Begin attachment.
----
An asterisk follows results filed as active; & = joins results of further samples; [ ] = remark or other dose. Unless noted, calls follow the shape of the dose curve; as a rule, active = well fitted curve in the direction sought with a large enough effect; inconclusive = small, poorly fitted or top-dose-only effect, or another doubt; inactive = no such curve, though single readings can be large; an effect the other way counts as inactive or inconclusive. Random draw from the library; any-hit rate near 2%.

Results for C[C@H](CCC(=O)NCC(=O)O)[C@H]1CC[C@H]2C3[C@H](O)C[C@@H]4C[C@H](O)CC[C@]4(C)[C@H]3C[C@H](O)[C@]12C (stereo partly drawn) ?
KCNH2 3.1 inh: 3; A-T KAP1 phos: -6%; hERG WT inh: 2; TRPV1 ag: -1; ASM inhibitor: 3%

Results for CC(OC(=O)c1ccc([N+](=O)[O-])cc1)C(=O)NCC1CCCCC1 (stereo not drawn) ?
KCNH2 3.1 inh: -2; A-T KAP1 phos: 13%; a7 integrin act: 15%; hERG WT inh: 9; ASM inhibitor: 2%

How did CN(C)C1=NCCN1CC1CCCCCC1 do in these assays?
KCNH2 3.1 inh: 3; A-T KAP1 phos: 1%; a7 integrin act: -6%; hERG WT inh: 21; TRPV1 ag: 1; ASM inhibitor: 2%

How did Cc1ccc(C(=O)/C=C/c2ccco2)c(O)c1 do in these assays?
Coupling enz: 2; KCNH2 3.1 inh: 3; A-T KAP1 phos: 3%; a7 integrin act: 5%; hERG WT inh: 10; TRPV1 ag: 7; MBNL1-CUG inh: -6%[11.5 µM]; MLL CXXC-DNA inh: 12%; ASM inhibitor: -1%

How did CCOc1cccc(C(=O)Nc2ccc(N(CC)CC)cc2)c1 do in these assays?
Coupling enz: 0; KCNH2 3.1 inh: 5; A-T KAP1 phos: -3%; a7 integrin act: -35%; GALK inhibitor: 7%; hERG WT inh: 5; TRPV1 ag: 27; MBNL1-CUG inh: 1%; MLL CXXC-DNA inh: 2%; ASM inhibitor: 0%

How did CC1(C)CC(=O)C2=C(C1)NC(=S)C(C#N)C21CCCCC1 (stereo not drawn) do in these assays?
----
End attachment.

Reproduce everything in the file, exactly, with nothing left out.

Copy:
An asterisk follows results filed as active; & = joins results of further samples; [ ] = remark or other dose. Unless noted, calls follow the shape of the dose curve; as a rule, active = well fitted curve in the direction sought with a large enough effect; inconclusive = small, poorly fitted or top-dose-only effect, or another doubt; inactive = no such curve, though single readings can be large; an effect the other way counts as inactive or inconclusive. Random draw from the library; any-hit rate near 2%.

Results for C[C@H](CCC(=O)NCC(=O)O)[C@H]1CC[C@H]2C3[C@H](O)C[C@@H]4C[C@H](O)CC[C@]4(C)[C@H]3C[C@H](O)[C@]12C (stereo partly drawn) ?
KCNH2 3.1 inh: 3; A-T KAP1 phos: -6%; hERG WT inh: 2; TRPV1 ag: -1; ASM inhibitor: 3%

Results for CC(OC(=O)c1ccc([N+](=O)[O-])cc1)C(=O)NCC1CCCCC1 (stereo not drawn) ?
KCNH2 3.1 inh: -2; A-T KAP1 phos: 13%; a7 integrin act: 15%; hERG WT inh: 9; ASM inhibitor: 2%

How did CN(C)C1=NCCN1CC1CCCCCC1 do in these assays?
KCNH2 3.1 inh: 3; A-T KAP1 phos: 1%; a7 integrin act: -6%; hERG WT inh: 21; TRPV1 ag: 1; ASM inhibitor: 2%

How did Cc1ccc(C(=O)/C=C/c2ccco2)c(O)c1 do in these assays?
Coupling enz: 2; KCNH2 3.1 inh: 3; A-T KAP1 phos: 3%; a7 integrin act: 5%; hERG WT inh: 10; TRPV1 ag: 7; MBNL1-CUG inh: -6%[11.5 µM]; MLL CXXC-DNA inh: 12%; ASM inhibitor: -1%

How did CCOc1cccc(C(=O)Nc2ccc(N(CC)CC)cc2)c1 do in these assays?
Coupling enz: 0; KCNH2 3.1 inh: 5; A-T KAP1 phos: -3%; a7 integrin act: -35%; GALK inhibitor: 7%; hERG WT inh: 5; TRPV1 ag: 27; MBNL1-CUG inh: 1%; MLL CXXC-DNA inh: 2%; ASM inhibitor: 0%

How did CC1(C)CC(=O)C2=C(C1)NC(=S)C(C#N)C21CCCCC1 (stereo not drawn) do in these assays?